Calling for the issue of Jerusalem to be left to “official negotiators”, Bar in a statement following the Beijing meeting emphasized that the city “is the capital of Israel and the beating heart of the Jewish people,” adding that “the Palestinians must be respected and expressed as people to the city.”

The status of Jerusalem and recognition of a Palestinian state were ultimately left off the Beijing position paper.

NICOLAS ASFOURI (AFP)

- China flexes political muscles -

Trump’s controversial decision to upend decades of caution foreign policy regarding the status of the highly-coveted Holy City has plunged an already delicately-balanced region into turmoil. In what he referred to as “nothing more than recognition of reality”, Trump's decision has sparked a barrage of diplomatic backlash and ignited a series of anti-US ‘Day of Rage’ protests across both the immediate region and the wider Middle East in opposition to the move.

From former US President Jimmy Carter’s role in 1978 Camp David Accords, to the 1993 Oslo Accords under the auspices of Bill Clinton, to floundered efforts by Barack Obama's administration, the US has long played the lead role in brokering Israeli-Palestinian peace talks.

However, as its policies appear to edge closer in support of Israeli Prime Minister Benjamin Netanyahu's government, the Palestinians have deemed the US a "dishonest broker" and proclaimed that Washington's mediating position has been concretely jeopardized.

“The US showed the Palestinians that they are sided with the Israeli government and ignored Palestinian interests,” the anonymous Palestinian delegation member told i24NEWS. “As China sees the American role becoming weaker and weaker, they alongside other parties, are looking to fill this vacuum.”

It is important to note however, that the Beijing Initiative was planned prior to Trump's announcement.

As speculation mounts about what form Chinese involvement could take, both the Israeli and Palestinian delegation members interviewed by i24NEWS were adamant that it is unlikely that the diplomatic shift would compromise or substitute the US’s role.

“We’re used to an American-led process, the fact that we’re still stuck means that maybe we need to bring other regional and global players into the effort,” said Tamir, adding that “this, however, should not be at the expense of American involvement.”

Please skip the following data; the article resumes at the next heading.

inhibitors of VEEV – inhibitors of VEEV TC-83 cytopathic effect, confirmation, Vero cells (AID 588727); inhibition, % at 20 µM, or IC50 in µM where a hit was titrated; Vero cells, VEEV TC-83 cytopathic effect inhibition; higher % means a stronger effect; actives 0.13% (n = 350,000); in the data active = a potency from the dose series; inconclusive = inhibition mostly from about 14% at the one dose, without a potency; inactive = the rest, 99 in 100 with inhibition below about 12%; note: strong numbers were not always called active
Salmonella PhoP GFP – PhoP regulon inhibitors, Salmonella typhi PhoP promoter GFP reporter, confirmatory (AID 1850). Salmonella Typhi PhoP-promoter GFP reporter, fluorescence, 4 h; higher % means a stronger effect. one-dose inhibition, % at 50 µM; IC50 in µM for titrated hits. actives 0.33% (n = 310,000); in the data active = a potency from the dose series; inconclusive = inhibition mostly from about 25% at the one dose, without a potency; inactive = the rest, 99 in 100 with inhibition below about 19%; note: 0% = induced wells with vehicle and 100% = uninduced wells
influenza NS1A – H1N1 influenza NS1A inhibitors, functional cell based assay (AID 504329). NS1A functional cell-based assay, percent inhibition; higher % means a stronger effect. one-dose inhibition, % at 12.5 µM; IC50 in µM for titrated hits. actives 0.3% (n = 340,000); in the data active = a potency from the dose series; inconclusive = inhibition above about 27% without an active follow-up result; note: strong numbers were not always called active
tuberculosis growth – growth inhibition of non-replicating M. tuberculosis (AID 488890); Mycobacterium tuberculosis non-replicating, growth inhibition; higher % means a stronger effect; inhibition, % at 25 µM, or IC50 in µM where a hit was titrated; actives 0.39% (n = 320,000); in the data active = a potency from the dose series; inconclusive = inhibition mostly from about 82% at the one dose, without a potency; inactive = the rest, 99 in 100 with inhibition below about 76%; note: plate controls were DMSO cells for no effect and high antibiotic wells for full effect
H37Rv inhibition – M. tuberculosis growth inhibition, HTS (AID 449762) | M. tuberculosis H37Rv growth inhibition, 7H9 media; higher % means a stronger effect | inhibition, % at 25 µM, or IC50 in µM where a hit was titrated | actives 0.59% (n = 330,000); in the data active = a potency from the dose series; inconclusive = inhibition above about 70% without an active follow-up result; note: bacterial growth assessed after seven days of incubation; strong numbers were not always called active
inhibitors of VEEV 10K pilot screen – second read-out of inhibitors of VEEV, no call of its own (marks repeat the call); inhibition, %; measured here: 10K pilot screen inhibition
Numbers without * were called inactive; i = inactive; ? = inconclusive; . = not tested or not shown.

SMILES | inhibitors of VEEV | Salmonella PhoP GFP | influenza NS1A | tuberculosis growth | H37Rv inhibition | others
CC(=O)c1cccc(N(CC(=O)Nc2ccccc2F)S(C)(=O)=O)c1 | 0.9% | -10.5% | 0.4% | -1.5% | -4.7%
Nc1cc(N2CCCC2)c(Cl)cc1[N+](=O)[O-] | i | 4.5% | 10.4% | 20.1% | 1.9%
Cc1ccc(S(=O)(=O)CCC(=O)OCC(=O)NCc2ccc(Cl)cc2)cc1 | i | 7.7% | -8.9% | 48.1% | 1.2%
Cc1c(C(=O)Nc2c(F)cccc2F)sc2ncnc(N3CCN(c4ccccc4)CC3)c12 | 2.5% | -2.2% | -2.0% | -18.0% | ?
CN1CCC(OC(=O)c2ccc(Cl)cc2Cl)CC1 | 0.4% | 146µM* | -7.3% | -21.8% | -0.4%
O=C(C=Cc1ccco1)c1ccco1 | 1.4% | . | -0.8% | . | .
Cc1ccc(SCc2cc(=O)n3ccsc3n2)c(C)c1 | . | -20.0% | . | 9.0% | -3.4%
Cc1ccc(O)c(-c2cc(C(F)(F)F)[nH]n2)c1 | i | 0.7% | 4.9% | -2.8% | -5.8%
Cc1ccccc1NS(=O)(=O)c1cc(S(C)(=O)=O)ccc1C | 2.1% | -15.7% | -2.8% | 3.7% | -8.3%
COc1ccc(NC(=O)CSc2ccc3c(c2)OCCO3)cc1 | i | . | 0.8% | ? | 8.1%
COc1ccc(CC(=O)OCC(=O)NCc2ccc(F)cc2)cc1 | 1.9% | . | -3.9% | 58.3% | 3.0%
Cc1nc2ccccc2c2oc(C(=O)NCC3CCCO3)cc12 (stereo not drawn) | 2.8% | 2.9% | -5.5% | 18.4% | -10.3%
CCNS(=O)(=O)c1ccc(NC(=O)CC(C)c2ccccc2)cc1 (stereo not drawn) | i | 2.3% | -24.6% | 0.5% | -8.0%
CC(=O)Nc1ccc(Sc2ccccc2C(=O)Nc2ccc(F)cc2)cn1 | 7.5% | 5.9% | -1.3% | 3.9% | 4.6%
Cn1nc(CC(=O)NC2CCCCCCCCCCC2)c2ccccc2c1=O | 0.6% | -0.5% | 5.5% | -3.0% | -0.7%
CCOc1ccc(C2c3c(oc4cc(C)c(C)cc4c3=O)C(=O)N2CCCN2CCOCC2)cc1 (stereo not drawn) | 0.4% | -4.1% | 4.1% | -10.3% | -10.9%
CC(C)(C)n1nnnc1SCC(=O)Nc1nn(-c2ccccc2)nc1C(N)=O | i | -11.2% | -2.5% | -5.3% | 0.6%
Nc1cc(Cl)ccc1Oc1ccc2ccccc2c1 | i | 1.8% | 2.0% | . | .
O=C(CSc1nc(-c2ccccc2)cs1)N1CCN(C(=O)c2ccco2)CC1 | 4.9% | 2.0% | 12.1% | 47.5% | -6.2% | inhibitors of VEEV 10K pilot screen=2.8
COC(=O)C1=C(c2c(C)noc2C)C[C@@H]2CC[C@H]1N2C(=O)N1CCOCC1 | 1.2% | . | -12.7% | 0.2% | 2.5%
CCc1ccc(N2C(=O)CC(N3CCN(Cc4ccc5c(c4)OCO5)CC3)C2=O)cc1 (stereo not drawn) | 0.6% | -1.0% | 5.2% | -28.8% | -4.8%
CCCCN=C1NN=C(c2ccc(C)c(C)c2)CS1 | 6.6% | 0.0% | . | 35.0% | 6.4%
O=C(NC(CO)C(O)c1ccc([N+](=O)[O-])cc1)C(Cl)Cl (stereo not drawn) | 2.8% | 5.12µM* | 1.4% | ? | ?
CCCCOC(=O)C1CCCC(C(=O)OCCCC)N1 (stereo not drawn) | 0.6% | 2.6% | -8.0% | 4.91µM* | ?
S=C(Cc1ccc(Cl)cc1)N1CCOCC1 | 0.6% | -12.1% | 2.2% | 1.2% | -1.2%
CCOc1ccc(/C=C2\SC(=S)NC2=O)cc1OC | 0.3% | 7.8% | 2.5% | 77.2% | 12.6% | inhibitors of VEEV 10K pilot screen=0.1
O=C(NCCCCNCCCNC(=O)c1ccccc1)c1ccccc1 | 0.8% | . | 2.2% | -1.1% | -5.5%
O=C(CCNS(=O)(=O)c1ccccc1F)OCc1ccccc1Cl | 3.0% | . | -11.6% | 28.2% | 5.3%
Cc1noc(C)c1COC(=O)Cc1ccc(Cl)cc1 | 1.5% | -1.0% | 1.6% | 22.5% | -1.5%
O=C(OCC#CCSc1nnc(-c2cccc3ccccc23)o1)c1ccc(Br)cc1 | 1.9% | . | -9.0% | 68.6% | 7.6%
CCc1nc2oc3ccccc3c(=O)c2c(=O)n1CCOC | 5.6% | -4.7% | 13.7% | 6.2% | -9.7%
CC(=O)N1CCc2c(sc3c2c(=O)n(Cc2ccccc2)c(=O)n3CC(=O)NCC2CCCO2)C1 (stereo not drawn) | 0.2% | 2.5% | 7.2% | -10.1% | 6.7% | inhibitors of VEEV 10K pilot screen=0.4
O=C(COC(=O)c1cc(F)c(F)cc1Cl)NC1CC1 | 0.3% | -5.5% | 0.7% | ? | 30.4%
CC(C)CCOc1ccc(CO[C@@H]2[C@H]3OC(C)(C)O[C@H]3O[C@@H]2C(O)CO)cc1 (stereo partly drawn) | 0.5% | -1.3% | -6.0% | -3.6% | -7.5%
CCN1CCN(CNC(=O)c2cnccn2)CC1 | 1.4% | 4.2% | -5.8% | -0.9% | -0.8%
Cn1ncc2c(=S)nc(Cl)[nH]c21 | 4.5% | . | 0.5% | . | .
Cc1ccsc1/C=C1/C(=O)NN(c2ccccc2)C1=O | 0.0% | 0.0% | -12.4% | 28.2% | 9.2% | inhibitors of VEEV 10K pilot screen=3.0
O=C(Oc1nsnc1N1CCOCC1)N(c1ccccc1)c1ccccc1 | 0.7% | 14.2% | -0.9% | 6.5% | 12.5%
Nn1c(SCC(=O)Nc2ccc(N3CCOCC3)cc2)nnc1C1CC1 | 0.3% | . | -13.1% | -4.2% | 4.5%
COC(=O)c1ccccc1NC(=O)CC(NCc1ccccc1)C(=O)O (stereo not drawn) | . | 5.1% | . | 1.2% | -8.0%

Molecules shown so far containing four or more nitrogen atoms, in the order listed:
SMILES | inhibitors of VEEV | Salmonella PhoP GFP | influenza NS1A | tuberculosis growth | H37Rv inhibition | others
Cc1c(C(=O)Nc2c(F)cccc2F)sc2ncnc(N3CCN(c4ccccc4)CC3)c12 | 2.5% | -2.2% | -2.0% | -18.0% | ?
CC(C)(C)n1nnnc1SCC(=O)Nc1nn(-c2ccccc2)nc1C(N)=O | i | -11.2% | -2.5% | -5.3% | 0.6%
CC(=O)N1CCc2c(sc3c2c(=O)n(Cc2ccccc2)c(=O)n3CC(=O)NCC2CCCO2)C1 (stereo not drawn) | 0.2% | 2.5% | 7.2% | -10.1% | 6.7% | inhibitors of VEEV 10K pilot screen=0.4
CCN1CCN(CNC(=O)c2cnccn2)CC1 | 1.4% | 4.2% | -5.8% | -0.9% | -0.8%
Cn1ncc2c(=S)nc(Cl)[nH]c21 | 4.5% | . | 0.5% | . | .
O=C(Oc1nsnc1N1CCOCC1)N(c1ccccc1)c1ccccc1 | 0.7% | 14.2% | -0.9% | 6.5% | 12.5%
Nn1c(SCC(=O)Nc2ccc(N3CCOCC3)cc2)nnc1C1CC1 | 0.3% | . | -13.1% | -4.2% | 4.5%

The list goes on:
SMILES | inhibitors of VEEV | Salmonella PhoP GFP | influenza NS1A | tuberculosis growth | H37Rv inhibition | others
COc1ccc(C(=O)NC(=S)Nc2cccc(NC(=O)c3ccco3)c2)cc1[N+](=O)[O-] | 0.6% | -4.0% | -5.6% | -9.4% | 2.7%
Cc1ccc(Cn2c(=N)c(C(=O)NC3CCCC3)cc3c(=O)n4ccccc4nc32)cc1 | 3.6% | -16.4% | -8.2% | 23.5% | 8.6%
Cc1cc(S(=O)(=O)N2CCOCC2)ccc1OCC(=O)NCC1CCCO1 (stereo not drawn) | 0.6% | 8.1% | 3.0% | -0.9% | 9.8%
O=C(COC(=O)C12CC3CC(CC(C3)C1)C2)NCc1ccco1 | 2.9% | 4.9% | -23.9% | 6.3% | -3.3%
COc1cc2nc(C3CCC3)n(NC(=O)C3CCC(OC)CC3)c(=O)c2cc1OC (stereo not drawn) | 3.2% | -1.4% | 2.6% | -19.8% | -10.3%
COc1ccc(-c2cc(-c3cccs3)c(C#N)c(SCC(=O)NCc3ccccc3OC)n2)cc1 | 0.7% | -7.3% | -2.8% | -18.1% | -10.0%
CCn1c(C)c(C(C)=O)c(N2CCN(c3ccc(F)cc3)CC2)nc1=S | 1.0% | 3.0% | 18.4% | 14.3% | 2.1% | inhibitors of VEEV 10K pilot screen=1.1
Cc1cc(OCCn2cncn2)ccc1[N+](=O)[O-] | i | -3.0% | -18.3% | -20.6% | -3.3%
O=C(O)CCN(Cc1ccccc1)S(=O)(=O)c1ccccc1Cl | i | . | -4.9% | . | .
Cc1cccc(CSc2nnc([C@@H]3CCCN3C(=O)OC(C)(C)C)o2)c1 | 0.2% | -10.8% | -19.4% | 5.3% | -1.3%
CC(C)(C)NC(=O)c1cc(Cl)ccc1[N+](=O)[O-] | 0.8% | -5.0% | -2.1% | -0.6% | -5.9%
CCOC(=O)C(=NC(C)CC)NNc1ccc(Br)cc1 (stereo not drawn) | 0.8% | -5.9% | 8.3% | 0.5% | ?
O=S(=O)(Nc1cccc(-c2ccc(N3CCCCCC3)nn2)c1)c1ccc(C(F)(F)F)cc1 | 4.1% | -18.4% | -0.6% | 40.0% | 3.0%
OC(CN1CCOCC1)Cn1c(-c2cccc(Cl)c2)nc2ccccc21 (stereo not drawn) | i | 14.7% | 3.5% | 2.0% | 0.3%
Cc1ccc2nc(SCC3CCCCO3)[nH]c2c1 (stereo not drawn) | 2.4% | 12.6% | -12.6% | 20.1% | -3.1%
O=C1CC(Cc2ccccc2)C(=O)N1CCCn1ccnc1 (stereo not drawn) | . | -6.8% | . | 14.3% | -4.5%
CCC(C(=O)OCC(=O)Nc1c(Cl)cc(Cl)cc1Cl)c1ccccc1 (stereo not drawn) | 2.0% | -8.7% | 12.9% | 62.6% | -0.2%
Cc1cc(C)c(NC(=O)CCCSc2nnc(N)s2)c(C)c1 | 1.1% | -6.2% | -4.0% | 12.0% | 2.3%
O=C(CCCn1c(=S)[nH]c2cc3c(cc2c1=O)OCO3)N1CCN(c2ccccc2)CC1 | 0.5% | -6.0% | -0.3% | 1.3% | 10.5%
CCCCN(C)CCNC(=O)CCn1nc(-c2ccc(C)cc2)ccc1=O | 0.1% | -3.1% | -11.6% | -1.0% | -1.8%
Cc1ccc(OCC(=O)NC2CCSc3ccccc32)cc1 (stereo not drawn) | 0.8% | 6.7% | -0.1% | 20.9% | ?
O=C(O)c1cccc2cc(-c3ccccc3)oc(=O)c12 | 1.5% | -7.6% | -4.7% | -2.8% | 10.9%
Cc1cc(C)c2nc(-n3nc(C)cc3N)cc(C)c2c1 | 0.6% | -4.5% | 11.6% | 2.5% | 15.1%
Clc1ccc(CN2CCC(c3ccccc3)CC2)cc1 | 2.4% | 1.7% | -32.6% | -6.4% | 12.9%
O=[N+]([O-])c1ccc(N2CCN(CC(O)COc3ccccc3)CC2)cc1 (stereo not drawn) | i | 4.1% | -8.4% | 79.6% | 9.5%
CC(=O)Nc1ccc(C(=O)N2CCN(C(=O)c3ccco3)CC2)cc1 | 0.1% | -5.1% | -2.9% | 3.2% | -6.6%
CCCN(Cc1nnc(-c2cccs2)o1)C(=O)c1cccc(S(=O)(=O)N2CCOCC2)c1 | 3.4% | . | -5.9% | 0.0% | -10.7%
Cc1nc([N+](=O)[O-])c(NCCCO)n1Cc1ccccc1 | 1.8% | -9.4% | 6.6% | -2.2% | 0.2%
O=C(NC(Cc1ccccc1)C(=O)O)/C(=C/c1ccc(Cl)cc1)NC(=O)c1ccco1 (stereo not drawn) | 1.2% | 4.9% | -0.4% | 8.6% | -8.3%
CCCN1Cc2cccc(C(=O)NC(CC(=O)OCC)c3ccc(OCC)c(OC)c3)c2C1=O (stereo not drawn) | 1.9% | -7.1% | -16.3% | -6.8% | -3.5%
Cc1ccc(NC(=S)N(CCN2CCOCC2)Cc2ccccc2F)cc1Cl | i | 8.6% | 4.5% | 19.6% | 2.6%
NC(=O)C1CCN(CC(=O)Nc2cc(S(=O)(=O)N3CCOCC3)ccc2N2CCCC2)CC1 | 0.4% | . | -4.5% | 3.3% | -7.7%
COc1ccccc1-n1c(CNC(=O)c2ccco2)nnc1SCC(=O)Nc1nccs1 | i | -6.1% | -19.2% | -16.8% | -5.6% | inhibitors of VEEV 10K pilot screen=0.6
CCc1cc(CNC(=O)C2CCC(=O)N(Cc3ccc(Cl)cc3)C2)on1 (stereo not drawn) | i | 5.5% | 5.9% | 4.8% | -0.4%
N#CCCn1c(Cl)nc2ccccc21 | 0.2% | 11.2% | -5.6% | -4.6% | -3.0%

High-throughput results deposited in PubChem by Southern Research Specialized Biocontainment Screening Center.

“We want to make sure that any future peace process must include an international agreement, like the Iranian nuclear agreement where there the framework assumes a 5+1 structure, rather than solely just the United States,” the Palestinian delegation member said.

As China presents its flagship peace plan for the region amid the US's growing isolation, the China-US rivalry cannot be overlooked. In his national security strategy released last week, Trump asserted that China - alongside Russia - was seeking to, “challenge American power, influence and interests”, describing them as “rival powers” trying to “shape a world antithetical to US values.”

Whilst diplomat Tamir asserts that he doesn’t believe the Beijing initiative will have a marked impact on China-US rivalry, its political influence in a region where its economic leverage is increasingly expanding will be difficult to ignore.

Jesseca Manville is a journalist and news editor for the i24NEWS English website.

Comments

(4)

China needs ALL the oil she can get from the ME!!! Can't be UN-biased.

The Pal count on China to fulfil Pal goal of expulsion of the Jews. How much oil will do?

Cannot trust the Chinks

1. What motivation would Israel have to come to a negotiating table with the Chinese? 2. At this point, what do the Palestinians have to negotiate with? The land for peace thing turned out to be a scam.